To see more specific information on Andrew and Lucy Stephens, please click on the “5 Andrew Stephens” tab at the top of the screen.

Making the PowerPoint Plan

It’s about 100 degrees outside and I’ve decided it’s an excellent time to begin working on an interactive PowerPoint program for showing family tree information to my Mom’s family. At times, the thought of creating this becomes overwhelming because I’m the first to admit that I’m a perfectionist with OCD tendencies. I want to make this program “entertaining”, but I also want this to be informative and even a little educational. I want my family to be able to see the information that they WANT to see and also able to skip things they don’t care to see. I have to think I may be the only one fascinated with tax records, but want to make them available in case someone else is! And maybe I can make the tax records more “interesting” by creating some type of chart showing how the number of acres owned or the number of cattle changed over time. Maybe I’ll be able to create a little map showing how the tax records show the migration from one area to another – anyway, I digress…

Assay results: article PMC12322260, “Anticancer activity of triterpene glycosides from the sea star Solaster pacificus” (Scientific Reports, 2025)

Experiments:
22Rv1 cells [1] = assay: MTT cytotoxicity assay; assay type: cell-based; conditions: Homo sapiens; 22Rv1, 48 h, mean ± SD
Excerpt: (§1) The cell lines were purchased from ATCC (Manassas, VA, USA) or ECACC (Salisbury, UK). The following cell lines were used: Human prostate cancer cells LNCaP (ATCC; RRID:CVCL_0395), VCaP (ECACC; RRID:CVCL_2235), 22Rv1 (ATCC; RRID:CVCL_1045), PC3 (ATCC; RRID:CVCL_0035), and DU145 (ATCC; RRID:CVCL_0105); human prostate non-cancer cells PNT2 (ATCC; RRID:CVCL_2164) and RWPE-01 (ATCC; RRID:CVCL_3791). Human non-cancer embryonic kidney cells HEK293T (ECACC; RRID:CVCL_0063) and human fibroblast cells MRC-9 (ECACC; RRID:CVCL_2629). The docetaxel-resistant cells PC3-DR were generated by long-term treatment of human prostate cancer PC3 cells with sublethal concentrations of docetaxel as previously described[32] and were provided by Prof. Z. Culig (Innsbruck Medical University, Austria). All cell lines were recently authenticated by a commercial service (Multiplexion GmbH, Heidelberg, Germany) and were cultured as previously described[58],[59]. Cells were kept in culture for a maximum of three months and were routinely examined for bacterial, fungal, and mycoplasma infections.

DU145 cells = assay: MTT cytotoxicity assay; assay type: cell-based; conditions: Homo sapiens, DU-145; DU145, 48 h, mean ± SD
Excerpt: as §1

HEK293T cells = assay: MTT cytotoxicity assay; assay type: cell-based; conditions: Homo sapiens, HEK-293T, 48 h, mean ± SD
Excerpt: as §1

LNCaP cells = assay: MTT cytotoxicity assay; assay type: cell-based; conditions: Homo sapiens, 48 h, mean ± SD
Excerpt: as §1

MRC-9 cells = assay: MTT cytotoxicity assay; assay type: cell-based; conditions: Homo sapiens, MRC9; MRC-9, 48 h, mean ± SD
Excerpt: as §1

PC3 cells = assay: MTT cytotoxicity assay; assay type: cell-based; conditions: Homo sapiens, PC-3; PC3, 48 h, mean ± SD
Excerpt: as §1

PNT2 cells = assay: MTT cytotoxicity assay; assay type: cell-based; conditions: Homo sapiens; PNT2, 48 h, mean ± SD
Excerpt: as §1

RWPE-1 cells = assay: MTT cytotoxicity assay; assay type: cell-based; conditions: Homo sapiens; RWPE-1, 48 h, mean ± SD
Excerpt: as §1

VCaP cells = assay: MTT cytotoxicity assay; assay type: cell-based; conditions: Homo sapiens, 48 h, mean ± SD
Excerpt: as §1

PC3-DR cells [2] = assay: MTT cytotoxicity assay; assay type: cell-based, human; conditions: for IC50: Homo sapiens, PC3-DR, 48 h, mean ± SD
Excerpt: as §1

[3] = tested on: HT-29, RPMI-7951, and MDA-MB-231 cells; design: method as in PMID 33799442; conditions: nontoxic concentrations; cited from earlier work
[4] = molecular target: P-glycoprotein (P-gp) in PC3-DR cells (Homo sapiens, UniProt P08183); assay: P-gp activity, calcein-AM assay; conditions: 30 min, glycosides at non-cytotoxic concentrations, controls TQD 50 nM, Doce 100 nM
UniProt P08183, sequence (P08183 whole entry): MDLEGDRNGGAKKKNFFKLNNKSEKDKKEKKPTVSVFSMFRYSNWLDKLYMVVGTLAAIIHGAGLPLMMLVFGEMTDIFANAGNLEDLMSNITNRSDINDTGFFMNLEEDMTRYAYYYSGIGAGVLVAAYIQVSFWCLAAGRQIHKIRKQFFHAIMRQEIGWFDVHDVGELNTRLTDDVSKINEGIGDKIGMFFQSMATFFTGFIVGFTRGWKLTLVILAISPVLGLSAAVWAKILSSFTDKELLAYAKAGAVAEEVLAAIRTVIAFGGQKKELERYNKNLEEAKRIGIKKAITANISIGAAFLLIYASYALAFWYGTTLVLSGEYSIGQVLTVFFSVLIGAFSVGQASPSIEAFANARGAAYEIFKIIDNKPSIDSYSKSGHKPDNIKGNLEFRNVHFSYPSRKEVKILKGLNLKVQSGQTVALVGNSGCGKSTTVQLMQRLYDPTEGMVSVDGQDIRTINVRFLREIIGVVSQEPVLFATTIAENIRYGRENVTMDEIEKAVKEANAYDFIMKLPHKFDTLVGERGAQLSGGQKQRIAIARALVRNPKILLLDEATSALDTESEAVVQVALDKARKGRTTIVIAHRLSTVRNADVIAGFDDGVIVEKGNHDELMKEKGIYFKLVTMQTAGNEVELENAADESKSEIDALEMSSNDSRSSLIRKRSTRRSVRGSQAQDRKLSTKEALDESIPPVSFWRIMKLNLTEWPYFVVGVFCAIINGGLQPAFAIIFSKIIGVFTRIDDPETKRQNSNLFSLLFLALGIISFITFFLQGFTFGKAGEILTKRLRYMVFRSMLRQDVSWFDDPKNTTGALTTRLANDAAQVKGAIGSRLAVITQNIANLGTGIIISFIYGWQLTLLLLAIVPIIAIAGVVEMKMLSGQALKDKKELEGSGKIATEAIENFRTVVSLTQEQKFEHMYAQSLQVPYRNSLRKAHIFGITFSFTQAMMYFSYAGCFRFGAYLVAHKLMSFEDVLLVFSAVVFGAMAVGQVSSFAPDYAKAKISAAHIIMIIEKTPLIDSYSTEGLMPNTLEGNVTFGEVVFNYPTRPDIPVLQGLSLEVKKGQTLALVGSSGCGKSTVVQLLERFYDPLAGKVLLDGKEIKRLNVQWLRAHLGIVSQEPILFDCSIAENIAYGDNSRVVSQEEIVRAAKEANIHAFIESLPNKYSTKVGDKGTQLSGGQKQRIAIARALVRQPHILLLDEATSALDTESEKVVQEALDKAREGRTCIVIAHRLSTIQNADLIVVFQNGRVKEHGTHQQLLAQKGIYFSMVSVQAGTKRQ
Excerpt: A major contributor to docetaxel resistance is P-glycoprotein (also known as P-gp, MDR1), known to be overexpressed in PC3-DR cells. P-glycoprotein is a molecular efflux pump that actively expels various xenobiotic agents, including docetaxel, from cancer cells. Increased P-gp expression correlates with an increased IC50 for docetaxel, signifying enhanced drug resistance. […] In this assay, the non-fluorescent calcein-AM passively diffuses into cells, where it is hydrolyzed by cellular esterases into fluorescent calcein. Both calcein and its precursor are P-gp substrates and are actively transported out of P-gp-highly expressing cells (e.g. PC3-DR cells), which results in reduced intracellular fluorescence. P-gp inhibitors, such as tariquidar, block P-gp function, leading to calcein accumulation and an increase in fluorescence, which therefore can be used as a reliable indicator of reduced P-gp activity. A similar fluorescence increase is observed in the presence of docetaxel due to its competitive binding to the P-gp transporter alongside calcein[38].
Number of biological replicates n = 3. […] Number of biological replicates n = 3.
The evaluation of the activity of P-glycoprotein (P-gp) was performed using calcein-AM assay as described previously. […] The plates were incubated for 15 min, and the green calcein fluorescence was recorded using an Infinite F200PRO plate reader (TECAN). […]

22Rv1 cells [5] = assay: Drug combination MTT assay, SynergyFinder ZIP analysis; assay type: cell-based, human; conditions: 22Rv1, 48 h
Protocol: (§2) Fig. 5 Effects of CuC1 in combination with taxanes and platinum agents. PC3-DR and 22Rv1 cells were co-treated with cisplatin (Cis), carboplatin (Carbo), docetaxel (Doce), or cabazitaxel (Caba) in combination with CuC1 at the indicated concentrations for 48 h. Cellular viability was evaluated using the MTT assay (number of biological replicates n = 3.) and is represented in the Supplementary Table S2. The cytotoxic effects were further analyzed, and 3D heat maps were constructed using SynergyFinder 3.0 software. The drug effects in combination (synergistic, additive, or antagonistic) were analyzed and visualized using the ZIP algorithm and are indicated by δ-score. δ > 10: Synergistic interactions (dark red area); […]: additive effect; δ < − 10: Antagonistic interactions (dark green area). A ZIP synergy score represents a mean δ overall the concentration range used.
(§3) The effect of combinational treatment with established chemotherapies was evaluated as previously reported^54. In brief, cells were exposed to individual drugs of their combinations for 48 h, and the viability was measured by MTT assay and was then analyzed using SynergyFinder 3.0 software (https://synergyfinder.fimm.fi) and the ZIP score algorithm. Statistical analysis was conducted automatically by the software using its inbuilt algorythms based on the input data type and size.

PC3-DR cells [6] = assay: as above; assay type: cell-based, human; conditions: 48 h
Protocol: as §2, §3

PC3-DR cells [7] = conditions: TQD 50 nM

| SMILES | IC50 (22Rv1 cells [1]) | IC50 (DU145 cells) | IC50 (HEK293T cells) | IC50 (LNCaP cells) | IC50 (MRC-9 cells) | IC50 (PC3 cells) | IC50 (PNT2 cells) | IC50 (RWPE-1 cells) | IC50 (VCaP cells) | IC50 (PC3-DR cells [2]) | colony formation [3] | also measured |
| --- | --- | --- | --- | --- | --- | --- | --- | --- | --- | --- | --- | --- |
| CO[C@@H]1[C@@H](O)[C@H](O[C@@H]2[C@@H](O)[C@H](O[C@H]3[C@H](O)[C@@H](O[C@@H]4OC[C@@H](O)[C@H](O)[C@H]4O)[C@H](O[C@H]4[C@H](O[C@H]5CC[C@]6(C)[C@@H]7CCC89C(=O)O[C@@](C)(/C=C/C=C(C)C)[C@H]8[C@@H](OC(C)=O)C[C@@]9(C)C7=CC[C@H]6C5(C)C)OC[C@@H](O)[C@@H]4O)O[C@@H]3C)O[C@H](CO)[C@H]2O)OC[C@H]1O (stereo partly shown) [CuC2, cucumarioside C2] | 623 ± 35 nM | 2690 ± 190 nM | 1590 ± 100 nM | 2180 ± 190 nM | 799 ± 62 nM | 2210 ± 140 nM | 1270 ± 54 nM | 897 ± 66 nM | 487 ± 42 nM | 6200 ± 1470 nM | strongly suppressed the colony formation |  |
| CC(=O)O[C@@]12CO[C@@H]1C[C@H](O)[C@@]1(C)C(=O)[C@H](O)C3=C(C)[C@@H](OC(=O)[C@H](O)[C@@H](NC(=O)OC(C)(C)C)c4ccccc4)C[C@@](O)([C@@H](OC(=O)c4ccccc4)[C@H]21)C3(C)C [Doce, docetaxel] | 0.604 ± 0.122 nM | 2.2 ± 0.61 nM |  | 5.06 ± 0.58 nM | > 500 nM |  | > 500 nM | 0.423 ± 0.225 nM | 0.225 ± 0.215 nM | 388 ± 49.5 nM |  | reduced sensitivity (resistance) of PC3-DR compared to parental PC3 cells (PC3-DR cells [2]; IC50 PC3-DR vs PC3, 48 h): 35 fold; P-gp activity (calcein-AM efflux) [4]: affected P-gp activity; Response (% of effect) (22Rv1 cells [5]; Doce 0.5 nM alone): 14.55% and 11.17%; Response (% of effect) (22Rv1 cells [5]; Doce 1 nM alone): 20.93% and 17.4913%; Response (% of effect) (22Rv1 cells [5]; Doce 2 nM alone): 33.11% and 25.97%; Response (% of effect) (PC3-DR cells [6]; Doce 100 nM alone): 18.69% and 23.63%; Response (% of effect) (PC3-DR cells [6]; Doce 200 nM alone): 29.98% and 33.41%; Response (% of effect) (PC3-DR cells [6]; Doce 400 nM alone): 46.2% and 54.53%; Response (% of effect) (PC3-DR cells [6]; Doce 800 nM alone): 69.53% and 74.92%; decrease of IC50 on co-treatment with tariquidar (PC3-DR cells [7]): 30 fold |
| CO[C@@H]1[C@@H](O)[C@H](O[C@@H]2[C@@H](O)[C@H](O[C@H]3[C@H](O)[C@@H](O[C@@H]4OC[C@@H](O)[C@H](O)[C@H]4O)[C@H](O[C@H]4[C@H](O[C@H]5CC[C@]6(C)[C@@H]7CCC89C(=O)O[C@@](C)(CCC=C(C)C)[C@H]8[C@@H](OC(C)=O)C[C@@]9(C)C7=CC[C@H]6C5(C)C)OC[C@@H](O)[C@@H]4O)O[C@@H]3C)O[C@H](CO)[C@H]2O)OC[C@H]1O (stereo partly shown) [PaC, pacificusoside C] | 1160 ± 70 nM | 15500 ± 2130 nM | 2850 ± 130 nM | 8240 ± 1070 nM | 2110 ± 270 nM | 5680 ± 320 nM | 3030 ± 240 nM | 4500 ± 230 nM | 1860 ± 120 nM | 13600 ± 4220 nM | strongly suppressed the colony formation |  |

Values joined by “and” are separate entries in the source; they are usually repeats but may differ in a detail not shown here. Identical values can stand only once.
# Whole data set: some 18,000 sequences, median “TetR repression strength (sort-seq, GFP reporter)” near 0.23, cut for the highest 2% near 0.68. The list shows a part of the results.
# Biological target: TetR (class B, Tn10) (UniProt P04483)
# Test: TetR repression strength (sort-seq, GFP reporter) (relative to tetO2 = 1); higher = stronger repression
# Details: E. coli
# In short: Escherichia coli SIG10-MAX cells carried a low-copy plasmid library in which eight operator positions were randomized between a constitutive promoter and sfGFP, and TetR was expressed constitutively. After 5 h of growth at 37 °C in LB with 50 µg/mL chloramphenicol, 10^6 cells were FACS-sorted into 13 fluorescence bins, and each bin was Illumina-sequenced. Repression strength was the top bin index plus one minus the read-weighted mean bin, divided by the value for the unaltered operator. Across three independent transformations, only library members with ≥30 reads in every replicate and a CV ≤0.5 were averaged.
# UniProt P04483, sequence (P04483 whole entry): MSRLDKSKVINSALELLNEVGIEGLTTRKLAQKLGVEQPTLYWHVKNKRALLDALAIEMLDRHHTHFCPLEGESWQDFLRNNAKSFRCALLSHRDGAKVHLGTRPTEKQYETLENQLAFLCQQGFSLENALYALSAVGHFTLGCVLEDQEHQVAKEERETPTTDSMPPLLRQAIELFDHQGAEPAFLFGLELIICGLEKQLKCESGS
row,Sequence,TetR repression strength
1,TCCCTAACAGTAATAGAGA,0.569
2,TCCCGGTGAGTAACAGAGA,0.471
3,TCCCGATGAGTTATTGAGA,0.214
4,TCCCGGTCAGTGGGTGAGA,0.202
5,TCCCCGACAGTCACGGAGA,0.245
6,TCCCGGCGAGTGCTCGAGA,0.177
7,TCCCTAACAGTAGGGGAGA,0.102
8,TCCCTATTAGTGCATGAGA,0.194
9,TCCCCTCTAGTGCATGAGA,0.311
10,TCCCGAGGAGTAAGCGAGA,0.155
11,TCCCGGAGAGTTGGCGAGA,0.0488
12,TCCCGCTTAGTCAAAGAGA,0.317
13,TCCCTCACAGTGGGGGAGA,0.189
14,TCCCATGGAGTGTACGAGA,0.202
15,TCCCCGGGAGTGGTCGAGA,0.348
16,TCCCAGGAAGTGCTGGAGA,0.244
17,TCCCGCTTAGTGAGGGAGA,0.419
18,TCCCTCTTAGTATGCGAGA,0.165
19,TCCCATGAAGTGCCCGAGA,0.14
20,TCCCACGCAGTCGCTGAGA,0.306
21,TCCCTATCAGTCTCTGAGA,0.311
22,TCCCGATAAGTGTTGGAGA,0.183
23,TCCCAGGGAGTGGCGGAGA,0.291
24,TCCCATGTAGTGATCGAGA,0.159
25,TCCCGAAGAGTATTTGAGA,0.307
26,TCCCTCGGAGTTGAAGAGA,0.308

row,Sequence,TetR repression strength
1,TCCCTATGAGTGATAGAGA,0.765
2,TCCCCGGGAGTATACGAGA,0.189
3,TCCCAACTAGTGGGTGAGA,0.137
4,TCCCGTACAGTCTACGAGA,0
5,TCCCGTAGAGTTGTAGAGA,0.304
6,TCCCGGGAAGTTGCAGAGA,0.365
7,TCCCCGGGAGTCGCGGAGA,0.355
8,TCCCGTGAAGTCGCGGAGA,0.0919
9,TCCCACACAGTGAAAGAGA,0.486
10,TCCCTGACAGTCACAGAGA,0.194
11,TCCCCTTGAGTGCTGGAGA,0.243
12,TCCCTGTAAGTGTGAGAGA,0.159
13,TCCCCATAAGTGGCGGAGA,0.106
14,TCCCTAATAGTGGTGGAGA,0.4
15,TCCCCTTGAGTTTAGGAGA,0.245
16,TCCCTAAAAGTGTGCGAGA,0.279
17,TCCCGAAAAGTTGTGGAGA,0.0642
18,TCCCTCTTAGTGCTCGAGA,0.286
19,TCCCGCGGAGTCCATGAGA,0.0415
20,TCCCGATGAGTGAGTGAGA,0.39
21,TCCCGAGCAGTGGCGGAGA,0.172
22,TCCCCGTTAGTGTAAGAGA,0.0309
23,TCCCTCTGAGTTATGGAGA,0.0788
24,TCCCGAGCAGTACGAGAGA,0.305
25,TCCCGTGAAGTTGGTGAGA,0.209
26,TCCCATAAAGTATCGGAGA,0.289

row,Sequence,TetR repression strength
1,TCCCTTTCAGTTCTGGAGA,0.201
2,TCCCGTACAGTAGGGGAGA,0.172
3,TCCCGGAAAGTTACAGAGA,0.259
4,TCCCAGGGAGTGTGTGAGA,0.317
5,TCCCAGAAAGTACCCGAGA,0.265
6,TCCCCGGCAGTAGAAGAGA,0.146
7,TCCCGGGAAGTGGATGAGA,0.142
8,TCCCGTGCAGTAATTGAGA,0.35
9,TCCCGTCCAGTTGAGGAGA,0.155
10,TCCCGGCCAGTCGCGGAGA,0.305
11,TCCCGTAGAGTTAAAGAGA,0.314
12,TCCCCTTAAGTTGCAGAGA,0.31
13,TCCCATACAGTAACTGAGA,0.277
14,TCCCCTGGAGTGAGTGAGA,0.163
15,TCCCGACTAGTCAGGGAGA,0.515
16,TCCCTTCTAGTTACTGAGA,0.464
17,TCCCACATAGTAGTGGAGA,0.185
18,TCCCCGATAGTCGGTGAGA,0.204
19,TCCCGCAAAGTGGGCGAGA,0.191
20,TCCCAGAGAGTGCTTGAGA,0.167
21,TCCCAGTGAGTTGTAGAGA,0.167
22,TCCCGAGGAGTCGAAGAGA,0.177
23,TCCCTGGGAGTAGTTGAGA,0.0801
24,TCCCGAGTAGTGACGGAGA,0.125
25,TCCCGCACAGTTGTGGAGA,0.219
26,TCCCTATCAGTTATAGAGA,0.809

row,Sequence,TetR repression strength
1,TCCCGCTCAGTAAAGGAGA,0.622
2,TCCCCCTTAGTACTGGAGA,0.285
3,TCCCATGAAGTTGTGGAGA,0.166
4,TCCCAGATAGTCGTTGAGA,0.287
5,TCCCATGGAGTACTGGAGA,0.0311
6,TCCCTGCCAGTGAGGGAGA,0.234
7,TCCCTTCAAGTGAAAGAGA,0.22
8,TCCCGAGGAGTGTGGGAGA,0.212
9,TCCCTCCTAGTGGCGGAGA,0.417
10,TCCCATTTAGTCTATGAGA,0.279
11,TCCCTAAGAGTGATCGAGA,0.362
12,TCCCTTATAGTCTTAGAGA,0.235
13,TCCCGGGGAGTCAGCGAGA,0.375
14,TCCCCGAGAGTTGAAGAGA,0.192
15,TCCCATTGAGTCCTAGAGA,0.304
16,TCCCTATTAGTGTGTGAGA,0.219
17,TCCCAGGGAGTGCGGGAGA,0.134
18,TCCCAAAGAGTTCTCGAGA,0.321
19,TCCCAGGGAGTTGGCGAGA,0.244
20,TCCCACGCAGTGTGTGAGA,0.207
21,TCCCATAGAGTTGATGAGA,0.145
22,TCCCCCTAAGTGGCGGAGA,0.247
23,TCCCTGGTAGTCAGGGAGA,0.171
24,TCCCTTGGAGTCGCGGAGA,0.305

I want the program to be informative as far as our specific family details go, but I also want to pull in some historical references to help everyone see our family in context with the times that they lived in. Newspaper headlines from the area or snippets from local history websites would be interesting things to include. Can you see why I’m overwhelmed? So I thought I’d begin with making a plan and asking for suggestions from anyone who’s interested in following along.

First, I know I’m going to want some background images that are a little more nostalgic than the typical PowerPoint slide design offers, so I’m going to begin looking online for images and textures that I can use.  For example, my mother’s family is from the Kentucky area, so I will begin looking for images of farmland, rolling countysides and log cabins that I can use as backgrounds for a typical family tree chart or family group sheet that I might want to include. I’m also going to look for images of textures like old fashioned lace or burlap or faded denim.